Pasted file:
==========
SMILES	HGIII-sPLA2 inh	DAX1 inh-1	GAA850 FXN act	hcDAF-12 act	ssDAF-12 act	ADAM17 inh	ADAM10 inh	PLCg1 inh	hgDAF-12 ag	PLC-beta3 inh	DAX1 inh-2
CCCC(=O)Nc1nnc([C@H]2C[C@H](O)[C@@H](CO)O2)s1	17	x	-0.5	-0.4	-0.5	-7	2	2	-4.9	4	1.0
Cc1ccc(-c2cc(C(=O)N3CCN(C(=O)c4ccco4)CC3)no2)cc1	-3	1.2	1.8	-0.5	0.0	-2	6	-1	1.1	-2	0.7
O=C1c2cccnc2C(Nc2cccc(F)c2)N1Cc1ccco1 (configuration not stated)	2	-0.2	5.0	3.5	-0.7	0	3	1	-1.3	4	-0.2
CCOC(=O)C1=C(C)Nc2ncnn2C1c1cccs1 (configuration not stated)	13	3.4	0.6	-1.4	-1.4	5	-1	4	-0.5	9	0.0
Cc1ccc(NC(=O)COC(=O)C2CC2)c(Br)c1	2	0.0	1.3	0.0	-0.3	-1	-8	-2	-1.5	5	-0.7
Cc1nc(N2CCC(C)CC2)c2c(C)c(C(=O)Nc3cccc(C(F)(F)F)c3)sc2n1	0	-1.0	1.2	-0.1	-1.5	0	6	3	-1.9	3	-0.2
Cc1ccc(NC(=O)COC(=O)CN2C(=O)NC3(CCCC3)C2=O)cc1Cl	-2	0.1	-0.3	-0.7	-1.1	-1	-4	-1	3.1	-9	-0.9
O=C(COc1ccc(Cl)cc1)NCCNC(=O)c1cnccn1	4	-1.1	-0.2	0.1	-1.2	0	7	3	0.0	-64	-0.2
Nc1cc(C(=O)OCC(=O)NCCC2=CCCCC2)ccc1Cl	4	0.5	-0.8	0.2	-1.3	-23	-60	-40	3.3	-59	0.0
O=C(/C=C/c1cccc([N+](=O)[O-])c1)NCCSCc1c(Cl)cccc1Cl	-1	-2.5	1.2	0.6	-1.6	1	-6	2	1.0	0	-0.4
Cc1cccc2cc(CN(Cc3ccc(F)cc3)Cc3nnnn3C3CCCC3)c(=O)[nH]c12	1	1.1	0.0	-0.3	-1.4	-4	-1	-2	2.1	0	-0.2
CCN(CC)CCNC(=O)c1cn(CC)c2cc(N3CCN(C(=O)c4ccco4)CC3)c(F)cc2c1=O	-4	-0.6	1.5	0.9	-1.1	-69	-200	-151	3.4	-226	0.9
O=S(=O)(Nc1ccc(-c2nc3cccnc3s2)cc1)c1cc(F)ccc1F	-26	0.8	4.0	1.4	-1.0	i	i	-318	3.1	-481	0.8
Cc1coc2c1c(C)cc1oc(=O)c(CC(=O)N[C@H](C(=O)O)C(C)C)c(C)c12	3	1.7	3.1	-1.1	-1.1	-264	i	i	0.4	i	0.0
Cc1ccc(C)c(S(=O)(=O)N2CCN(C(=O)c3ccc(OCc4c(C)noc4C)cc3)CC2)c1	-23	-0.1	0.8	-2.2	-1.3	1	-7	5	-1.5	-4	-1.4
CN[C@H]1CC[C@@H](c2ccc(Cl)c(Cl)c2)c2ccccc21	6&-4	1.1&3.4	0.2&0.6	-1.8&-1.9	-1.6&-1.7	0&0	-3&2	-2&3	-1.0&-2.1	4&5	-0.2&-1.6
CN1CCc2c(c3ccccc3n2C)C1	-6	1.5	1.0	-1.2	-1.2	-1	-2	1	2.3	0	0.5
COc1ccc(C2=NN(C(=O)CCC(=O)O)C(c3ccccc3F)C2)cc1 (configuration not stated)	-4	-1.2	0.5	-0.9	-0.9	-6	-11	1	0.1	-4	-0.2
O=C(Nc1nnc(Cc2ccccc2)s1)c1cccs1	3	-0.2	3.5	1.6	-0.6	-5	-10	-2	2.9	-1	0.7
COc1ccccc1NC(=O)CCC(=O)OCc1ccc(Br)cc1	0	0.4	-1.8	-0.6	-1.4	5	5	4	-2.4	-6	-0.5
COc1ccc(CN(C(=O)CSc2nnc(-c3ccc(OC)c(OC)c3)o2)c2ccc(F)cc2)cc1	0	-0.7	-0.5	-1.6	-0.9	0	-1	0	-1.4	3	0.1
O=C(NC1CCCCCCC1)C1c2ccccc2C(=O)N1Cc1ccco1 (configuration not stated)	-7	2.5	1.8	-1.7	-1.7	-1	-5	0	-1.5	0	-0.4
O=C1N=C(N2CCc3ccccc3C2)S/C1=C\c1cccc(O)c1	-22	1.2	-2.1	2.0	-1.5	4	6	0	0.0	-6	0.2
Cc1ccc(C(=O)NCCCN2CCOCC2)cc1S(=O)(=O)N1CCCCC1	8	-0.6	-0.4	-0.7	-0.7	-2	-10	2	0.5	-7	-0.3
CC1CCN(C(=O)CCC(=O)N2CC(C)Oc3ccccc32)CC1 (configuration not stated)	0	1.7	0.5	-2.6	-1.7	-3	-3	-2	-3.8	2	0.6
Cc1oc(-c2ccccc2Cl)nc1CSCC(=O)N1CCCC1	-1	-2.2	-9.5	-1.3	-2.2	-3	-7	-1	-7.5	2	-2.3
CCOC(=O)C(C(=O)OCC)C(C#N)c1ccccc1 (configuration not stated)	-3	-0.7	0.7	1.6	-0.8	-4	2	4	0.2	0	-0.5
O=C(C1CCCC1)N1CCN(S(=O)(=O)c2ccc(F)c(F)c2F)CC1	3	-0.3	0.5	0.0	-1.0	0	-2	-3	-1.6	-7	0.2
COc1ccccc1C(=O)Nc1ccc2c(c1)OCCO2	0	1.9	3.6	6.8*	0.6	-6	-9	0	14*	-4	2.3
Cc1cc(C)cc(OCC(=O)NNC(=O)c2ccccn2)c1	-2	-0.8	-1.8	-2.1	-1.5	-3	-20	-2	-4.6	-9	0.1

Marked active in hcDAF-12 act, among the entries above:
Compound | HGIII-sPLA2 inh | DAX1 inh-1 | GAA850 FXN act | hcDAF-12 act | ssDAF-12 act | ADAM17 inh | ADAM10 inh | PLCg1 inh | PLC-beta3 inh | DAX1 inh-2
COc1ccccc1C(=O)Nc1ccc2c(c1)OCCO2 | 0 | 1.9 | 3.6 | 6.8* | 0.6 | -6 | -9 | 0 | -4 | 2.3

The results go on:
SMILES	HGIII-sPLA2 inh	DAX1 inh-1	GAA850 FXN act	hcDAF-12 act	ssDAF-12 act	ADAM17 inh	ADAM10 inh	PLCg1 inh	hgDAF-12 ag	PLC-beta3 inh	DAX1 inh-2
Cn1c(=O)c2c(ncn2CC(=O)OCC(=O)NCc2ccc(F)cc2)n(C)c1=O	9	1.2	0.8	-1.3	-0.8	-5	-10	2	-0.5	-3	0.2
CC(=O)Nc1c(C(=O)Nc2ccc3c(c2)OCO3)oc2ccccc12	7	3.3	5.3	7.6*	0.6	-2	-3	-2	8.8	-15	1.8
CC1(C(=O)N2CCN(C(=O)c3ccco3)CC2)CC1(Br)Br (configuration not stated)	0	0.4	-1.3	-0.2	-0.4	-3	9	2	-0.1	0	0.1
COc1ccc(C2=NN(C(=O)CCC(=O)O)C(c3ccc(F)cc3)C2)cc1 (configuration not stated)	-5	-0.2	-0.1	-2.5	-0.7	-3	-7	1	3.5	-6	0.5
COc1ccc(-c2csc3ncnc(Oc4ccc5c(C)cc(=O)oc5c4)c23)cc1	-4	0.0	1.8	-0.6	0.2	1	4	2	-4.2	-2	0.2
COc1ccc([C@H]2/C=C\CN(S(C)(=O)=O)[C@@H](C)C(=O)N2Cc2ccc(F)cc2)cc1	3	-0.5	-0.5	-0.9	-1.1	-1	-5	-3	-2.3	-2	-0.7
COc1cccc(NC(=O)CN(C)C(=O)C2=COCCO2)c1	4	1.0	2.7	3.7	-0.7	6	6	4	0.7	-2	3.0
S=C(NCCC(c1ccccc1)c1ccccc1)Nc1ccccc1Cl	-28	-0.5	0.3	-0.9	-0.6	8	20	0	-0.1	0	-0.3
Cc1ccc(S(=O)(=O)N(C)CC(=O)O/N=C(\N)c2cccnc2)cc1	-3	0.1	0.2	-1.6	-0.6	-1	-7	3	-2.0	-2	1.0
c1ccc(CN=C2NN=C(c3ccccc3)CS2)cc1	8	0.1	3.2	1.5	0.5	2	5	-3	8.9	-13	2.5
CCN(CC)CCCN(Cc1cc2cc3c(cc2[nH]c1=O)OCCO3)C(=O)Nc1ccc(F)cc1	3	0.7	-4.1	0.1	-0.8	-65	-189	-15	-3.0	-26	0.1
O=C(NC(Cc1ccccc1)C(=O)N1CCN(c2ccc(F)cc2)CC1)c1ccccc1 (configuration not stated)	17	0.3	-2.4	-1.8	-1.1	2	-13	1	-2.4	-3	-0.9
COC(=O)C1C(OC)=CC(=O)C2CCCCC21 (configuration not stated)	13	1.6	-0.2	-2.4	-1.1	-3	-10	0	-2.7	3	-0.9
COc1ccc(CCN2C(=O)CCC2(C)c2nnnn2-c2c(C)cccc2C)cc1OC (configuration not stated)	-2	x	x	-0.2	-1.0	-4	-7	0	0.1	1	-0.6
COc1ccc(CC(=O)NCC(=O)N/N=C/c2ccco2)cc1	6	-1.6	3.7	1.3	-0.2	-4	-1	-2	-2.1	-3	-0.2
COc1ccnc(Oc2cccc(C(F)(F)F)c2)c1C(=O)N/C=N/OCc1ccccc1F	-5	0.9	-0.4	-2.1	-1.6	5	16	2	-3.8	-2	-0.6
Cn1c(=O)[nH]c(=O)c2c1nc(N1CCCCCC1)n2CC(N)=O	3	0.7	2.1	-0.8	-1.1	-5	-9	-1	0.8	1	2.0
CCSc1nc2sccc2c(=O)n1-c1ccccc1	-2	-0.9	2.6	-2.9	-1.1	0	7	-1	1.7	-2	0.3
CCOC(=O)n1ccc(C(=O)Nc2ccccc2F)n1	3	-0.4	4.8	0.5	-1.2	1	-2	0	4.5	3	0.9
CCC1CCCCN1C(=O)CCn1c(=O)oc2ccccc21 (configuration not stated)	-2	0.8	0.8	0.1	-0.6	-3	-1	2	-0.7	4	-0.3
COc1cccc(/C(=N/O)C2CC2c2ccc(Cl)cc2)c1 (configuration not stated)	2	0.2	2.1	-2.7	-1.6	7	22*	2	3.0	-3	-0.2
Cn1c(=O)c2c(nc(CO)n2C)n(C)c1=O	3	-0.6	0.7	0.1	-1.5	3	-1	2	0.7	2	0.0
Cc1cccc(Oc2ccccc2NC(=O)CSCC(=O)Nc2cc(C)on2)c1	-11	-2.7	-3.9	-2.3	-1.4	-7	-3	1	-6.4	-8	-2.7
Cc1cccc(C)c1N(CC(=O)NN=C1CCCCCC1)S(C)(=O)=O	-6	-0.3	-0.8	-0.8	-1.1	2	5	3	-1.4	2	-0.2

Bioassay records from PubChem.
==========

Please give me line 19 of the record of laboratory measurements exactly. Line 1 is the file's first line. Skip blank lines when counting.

COc1ccc(C2=NN(C(=O)CCC(=O)O)C(c3ccccc3F)C2)cc1 (configuration not stated)	-4	-1.2	0.5	-0.9	-0.9	-6	-11	1	0.1	-4	-0.2